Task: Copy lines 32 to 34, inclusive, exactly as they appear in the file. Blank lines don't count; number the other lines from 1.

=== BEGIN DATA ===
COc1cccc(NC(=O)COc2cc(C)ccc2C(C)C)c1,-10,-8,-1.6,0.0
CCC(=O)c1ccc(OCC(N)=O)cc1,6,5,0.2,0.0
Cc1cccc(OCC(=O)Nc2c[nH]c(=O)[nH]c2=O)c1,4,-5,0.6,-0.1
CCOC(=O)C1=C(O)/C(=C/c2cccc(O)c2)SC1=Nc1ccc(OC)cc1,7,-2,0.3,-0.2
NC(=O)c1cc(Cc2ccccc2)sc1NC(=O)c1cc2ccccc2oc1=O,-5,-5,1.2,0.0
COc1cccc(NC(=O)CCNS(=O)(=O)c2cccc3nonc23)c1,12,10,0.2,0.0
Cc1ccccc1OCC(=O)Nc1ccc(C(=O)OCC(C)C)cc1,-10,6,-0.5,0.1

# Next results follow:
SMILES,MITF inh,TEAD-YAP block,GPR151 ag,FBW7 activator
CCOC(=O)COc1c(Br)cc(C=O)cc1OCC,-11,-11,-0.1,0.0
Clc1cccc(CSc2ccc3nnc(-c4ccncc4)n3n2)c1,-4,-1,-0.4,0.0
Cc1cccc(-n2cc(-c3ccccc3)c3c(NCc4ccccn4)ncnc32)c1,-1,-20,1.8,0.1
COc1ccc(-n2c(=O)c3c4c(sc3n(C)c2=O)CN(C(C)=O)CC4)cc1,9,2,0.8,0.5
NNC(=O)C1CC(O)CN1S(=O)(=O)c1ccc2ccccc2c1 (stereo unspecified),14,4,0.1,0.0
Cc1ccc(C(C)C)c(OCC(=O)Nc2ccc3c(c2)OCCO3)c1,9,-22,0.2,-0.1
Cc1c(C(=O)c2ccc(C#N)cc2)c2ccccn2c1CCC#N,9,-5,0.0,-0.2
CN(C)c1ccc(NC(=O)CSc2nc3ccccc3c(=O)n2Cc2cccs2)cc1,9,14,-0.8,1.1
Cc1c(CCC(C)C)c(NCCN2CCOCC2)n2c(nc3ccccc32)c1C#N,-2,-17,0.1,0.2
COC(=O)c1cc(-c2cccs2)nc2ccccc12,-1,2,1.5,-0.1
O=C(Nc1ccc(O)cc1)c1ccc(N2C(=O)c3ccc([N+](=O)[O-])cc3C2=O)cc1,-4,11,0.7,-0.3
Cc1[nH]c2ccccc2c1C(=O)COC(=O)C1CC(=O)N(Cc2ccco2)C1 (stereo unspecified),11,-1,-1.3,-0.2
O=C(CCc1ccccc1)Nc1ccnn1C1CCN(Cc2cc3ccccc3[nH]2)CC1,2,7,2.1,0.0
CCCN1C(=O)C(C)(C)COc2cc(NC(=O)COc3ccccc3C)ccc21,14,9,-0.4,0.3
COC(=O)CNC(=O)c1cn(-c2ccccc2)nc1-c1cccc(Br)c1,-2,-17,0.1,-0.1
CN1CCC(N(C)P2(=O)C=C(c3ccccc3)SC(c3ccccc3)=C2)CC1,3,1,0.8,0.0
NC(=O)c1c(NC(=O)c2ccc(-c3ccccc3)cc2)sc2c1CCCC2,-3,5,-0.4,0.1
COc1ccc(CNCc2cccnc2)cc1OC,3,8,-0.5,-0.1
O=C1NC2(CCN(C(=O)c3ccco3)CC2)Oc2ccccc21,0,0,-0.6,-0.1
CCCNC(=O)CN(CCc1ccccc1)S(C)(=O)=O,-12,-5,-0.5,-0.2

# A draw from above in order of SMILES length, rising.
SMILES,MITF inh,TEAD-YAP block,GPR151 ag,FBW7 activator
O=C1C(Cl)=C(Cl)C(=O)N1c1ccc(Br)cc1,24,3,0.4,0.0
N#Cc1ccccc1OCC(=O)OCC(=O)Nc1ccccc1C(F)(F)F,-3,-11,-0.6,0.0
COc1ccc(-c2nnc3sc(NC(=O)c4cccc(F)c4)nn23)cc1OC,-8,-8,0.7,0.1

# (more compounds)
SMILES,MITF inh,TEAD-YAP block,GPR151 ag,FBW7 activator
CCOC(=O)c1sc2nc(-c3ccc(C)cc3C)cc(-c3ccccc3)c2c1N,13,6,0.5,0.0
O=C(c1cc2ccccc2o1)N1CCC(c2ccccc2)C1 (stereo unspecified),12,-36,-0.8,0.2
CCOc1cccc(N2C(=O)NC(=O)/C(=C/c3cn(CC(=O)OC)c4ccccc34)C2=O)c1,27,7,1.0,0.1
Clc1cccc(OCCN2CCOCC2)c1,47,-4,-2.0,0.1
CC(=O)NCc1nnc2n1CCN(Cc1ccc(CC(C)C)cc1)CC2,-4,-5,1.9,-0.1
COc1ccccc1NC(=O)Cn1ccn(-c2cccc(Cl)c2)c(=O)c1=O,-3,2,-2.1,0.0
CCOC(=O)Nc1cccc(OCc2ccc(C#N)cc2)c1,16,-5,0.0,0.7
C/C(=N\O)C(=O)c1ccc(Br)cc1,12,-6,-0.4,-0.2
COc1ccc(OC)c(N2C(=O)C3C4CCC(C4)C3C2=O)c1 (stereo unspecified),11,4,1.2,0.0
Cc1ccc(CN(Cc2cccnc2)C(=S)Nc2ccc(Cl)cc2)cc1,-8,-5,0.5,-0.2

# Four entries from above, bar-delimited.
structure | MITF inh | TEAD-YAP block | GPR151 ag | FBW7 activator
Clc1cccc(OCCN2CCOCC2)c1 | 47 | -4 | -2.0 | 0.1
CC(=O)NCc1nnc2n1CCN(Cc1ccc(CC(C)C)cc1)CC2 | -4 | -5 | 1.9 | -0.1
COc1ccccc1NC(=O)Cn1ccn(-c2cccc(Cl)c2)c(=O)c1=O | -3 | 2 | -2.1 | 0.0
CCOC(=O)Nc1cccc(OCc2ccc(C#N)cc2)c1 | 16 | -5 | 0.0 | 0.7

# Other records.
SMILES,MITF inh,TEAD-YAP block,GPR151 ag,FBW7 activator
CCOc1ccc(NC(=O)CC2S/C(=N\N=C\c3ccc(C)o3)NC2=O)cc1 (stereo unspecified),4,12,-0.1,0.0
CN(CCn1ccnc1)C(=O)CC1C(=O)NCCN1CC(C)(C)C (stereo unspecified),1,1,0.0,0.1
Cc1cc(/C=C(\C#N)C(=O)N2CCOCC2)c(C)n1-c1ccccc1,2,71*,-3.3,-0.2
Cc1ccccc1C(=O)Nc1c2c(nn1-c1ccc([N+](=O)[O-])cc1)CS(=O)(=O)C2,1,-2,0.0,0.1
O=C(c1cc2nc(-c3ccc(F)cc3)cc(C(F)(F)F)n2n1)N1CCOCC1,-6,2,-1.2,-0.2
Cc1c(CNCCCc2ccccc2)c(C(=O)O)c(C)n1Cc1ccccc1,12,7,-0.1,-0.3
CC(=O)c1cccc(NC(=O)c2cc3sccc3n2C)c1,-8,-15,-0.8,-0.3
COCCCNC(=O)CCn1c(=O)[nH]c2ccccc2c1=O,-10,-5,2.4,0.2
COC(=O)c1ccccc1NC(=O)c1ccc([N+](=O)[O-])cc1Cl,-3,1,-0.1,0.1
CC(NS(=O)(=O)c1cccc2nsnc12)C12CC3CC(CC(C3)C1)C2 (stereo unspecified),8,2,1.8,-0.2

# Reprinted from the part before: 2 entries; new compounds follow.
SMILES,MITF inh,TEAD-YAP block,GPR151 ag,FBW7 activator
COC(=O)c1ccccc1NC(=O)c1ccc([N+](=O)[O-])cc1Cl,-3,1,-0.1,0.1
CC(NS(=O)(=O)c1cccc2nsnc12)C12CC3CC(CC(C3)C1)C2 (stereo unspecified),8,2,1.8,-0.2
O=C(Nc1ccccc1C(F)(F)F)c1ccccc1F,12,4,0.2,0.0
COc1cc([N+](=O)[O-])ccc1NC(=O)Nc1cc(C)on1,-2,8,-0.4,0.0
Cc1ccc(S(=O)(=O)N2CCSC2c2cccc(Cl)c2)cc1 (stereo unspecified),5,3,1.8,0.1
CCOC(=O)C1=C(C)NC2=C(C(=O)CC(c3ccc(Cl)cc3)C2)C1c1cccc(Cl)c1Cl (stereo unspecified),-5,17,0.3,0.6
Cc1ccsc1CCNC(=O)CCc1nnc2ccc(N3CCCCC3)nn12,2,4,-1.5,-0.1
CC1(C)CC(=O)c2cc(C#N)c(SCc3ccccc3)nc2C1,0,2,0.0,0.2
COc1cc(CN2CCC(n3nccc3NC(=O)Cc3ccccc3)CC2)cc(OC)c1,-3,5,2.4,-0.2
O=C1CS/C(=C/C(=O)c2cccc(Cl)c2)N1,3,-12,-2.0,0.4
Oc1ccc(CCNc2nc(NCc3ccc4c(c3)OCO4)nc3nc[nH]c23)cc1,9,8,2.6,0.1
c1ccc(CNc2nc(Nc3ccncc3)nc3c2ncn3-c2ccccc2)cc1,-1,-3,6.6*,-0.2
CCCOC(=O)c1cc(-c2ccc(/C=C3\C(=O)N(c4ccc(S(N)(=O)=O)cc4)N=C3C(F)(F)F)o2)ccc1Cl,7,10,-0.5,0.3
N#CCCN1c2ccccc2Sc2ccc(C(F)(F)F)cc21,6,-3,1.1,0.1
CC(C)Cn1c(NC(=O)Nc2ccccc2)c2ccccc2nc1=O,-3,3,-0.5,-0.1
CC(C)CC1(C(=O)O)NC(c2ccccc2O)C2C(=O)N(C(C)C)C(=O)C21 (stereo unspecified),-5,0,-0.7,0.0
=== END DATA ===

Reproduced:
O=C1C(Cl)=C(Cl)C(=O)N1c1ccc(Br)cc1,24,3,0.4,0.0
N#Cc1ccccc1OCC(=O)OCC(=O)Nc1ccccc1C(F)(F)F,-3,-11,-0.6,0.0
COc1ccc(-c2nnc3sc(NC(=O)c4cccc(F)c4)nn23)cc1OC,-8,-8,0.7,0.1